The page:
Medical Marijuana's Increased Availability Does Not Entice Teens to Toke up, Study Finds
There's been a lot of fear about the wide availability of medical marijuana in California serving as an enticement to teenagers to toke up.
One shop on the edge of Culver City was even closed down, and its owner was sentenced to a year behind bars, after authorities cracked down on his pot shop namely because he allegedly marketed his wares to nearby high schoolers.
But the question remains: Do underage folks in medical marijuana states tend to partake of this medicine?
The answer is no, according to a study released this week at the American Public Health Association's Annual meeting.
UCLA Bruins Women's Basketball vs. Michigan Womens Basketball
TicketsSun., Dec. 11, 11:00am
Anaheim Ducks v. Ottawa Senators
TicketsSun., Dec. 11, 1:00pm
Los Angeles Lakers v New York Knicks - Verified Resale Tickets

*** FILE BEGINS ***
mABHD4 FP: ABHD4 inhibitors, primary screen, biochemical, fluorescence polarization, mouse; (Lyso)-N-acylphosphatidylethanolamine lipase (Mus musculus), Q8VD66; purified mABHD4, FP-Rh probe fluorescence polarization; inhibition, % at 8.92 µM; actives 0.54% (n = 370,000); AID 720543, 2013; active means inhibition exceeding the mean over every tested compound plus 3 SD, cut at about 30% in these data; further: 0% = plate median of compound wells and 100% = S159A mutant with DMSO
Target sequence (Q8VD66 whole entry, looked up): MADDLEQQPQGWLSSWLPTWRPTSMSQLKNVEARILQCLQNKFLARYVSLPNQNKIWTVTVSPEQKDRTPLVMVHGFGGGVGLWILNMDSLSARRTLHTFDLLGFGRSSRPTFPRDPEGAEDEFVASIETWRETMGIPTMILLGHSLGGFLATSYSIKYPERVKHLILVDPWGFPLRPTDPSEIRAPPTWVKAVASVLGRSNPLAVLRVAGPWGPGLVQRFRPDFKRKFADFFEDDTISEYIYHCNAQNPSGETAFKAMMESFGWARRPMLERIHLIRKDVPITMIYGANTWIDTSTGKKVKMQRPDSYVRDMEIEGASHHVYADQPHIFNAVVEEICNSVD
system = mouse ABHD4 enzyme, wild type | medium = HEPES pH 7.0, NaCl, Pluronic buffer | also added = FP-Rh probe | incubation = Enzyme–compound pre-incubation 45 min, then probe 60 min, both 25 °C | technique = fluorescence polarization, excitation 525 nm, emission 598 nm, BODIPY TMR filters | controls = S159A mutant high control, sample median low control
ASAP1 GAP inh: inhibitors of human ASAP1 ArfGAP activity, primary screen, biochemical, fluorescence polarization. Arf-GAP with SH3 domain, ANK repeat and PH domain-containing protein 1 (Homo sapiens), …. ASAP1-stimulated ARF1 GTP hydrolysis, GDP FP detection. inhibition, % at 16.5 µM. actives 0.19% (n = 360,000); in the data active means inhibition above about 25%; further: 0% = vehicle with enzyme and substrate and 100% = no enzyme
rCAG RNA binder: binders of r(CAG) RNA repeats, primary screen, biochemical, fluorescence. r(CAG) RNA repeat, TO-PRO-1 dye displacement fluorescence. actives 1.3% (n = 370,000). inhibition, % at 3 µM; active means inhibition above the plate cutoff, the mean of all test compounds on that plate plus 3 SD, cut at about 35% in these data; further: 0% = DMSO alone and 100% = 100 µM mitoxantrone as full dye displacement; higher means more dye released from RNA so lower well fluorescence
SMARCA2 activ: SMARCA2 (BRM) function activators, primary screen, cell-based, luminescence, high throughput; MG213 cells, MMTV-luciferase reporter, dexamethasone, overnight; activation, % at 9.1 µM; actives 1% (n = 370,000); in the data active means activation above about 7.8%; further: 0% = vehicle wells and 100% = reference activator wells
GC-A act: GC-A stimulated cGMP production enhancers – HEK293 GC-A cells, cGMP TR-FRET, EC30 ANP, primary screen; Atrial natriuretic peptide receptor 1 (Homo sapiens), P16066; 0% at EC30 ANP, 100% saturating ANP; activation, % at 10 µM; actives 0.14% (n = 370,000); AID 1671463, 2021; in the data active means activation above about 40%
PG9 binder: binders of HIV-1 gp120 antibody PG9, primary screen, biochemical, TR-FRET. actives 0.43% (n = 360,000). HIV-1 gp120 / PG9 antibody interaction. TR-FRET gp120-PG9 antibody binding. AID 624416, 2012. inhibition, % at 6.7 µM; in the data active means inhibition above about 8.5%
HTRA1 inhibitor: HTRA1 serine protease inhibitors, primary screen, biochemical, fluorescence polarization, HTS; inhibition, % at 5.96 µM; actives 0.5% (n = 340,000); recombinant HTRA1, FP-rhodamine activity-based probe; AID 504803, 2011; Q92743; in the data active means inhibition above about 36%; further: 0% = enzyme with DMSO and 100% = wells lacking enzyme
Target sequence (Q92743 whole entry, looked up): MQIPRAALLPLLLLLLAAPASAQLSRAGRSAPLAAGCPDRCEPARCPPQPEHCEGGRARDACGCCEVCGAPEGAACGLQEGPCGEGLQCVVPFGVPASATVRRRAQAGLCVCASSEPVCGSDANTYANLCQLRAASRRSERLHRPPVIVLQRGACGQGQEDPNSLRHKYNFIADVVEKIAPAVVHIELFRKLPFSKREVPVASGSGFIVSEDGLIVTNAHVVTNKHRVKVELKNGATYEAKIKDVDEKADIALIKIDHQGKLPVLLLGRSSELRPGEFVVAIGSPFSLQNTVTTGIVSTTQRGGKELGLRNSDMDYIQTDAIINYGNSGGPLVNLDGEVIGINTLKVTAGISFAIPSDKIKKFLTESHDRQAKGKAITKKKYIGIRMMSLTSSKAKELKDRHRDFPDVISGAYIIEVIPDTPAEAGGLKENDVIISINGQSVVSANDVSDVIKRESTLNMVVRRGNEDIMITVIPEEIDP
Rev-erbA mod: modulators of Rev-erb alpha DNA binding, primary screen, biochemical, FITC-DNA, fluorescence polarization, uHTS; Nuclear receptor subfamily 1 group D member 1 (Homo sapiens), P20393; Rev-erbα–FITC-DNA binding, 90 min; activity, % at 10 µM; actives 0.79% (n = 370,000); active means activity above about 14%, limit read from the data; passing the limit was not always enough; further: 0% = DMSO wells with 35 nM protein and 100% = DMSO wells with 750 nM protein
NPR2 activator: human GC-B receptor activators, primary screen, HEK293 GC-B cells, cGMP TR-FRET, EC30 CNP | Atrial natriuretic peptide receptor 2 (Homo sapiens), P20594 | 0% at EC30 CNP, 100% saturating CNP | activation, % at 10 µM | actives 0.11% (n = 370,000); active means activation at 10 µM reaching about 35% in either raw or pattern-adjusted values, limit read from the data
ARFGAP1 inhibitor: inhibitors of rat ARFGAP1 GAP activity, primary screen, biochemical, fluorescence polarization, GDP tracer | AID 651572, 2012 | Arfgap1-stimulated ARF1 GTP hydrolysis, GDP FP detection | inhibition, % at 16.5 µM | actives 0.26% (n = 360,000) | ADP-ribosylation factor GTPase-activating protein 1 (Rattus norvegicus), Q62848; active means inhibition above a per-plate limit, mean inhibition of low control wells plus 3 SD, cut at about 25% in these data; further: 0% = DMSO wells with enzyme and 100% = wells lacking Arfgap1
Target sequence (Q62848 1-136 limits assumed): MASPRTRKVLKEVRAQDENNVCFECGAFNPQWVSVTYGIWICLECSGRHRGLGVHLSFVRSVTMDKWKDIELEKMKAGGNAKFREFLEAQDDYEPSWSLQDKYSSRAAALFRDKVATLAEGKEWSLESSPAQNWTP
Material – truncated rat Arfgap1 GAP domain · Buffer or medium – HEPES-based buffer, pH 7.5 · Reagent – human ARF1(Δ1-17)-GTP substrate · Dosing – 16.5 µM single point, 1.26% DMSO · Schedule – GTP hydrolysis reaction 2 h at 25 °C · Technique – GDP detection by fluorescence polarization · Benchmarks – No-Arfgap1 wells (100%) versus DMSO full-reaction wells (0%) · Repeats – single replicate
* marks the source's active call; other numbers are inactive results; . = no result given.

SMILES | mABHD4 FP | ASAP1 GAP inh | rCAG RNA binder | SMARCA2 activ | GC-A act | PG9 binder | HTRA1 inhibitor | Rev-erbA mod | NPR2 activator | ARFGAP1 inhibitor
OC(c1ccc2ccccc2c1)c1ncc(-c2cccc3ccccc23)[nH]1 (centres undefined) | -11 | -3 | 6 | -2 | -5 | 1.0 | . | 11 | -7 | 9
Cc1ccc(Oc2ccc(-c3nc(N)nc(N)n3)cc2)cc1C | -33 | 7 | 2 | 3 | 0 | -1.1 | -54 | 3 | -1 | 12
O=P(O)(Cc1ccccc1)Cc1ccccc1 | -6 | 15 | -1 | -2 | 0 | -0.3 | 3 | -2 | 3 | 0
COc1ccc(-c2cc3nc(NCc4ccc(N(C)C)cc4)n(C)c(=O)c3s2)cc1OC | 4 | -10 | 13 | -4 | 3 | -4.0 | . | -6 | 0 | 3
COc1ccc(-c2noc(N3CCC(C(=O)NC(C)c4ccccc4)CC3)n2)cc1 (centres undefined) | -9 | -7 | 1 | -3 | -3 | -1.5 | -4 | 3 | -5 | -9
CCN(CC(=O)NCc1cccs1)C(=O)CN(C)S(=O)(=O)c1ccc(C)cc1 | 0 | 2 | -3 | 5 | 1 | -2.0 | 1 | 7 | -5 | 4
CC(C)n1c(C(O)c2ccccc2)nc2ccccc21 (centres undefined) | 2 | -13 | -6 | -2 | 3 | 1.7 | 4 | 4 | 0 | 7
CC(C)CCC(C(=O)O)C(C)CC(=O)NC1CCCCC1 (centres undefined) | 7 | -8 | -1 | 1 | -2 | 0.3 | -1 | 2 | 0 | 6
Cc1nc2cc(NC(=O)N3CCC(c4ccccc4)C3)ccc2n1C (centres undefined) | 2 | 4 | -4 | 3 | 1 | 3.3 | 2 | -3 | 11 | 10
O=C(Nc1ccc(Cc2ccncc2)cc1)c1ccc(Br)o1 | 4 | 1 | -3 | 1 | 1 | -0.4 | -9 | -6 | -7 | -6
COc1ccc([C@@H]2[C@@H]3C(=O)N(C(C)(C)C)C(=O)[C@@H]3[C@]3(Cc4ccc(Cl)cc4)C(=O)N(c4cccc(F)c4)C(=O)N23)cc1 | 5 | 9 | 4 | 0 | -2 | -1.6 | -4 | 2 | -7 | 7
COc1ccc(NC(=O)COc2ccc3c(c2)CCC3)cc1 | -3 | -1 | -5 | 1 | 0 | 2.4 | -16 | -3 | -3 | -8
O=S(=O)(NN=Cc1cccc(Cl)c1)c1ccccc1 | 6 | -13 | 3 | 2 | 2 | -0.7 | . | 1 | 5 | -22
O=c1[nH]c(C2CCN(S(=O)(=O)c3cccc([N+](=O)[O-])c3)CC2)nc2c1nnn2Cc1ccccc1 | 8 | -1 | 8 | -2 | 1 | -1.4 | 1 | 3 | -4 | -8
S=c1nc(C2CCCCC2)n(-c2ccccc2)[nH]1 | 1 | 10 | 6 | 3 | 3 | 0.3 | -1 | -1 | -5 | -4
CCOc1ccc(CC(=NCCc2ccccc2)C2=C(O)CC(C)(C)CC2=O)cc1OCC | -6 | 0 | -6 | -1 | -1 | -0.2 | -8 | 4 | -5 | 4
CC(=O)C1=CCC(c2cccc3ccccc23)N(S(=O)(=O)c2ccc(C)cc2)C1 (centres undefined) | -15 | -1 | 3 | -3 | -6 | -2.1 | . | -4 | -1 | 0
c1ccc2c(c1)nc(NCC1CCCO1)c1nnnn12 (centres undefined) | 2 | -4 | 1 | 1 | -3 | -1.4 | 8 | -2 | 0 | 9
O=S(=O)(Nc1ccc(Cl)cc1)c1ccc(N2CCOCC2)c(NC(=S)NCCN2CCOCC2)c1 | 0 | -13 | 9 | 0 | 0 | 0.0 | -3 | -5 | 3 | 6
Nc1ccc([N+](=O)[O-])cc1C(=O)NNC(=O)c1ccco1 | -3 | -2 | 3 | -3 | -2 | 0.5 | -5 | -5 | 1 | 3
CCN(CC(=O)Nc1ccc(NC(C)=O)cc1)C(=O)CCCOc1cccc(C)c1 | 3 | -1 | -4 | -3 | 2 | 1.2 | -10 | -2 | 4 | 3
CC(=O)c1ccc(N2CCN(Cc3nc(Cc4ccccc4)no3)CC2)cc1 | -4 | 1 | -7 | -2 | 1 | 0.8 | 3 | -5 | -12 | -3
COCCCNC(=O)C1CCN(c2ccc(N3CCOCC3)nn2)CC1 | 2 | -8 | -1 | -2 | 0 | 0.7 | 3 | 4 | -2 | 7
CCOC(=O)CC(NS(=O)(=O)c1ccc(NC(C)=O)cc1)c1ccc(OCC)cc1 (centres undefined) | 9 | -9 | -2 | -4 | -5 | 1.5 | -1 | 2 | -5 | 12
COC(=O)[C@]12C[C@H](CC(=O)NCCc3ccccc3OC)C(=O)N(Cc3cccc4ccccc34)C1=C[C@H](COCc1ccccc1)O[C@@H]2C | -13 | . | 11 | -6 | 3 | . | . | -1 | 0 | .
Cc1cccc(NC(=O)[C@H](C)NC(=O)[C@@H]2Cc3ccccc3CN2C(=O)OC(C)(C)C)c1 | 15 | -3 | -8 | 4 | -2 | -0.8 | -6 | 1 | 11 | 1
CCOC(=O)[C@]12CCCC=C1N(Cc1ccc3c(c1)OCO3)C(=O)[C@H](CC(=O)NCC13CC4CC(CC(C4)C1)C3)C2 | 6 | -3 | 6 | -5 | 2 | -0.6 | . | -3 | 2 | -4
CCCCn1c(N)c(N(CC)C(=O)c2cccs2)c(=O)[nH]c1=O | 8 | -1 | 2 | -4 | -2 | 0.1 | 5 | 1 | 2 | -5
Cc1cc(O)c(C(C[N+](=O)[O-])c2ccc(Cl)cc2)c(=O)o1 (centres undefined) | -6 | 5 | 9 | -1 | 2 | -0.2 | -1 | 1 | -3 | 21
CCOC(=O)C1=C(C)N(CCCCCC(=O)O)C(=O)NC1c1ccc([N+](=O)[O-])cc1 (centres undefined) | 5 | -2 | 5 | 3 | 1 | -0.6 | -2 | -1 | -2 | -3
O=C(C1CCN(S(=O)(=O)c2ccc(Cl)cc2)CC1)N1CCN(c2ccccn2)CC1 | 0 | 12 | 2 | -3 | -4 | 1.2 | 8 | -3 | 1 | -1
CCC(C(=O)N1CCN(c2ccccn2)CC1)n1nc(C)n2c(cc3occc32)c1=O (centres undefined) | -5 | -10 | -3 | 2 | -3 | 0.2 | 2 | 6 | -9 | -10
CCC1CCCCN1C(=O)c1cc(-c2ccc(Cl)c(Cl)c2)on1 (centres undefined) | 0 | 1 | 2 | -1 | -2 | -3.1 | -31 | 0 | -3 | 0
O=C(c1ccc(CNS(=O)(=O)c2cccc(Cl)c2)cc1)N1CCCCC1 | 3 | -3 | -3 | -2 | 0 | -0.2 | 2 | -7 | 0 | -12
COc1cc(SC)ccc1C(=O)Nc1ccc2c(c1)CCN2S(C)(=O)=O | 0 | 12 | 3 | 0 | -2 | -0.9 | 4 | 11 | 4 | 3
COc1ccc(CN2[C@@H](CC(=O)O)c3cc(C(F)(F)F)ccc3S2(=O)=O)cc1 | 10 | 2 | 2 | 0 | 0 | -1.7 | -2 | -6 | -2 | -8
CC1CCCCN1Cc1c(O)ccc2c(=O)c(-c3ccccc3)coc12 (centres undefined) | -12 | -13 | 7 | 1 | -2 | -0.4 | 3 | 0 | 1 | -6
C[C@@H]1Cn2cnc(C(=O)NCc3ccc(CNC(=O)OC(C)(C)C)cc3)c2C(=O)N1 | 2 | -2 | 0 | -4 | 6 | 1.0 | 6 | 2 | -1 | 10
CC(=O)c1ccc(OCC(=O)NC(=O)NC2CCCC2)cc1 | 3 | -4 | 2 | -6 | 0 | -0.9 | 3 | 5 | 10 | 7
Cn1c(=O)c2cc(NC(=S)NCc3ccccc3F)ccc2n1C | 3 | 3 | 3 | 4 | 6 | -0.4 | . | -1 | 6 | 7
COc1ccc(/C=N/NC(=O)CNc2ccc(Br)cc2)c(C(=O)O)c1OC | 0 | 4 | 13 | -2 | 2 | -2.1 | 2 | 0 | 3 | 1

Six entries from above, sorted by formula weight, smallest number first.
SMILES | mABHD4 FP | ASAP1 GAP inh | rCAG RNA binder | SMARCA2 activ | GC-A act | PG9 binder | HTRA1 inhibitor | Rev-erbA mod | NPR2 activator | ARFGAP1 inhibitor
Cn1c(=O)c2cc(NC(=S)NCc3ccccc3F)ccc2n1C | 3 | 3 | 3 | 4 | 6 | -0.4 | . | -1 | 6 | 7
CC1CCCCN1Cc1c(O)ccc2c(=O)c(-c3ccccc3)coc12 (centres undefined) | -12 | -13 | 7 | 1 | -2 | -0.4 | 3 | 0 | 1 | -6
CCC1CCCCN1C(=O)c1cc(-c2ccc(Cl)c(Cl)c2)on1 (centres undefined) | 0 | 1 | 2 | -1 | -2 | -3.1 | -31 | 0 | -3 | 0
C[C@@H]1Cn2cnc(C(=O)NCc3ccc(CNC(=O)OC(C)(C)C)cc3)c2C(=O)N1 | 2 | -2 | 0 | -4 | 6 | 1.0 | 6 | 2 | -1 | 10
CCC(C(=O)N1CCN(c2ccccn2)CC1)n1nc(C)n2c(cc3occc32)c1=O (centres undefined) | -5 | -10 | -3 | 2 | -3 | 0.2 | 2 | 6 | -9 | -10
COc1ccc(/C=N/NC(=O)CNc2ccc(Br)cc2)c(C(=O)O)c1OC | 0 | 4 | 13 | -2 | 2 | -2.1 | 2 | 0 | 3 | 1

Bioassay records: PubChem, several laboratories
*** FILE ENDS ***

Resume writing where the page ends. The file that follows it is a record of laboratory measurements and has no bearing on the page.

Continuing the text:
TicketsSun., Dec. 11, 6:30pm
Los Angeles Clippers v Portland - Verified Resale Tickets
TicketsMon., Dec. 12, 7:30pm
That conclusion applies to just one of America's 16 medical marijuana states. But it seems to speak volumes.
Esther Choo, an emergency doctor at Rhode Island Hospital, took a look at 32,570 teens in Rhode Island, where medical marijuana was made legal in 2006. For comparison they looked at usage dating back to 1997.
Our study did not find increases in adolescent marijuana use related to Rhode Island's 2006 legalization of medical marijuana; however, additional research may follow future trends as medical marijuana in Rhode Island and other states becomes more widely used.
Makes sense. Despite the Starbucks-like retail environment for pot in L.A., dispensaries here are pretty strict about age limits.
Get the ICYMI: Today's Top Stories Newsletter Our daily newsletter delivers quick clicks to keep you in the know
Catch up on the day's news and stay informed with our daily digest of the most popular news, music, food and arts stories in Los Angeles, delivered to your inbox Monday through Friday.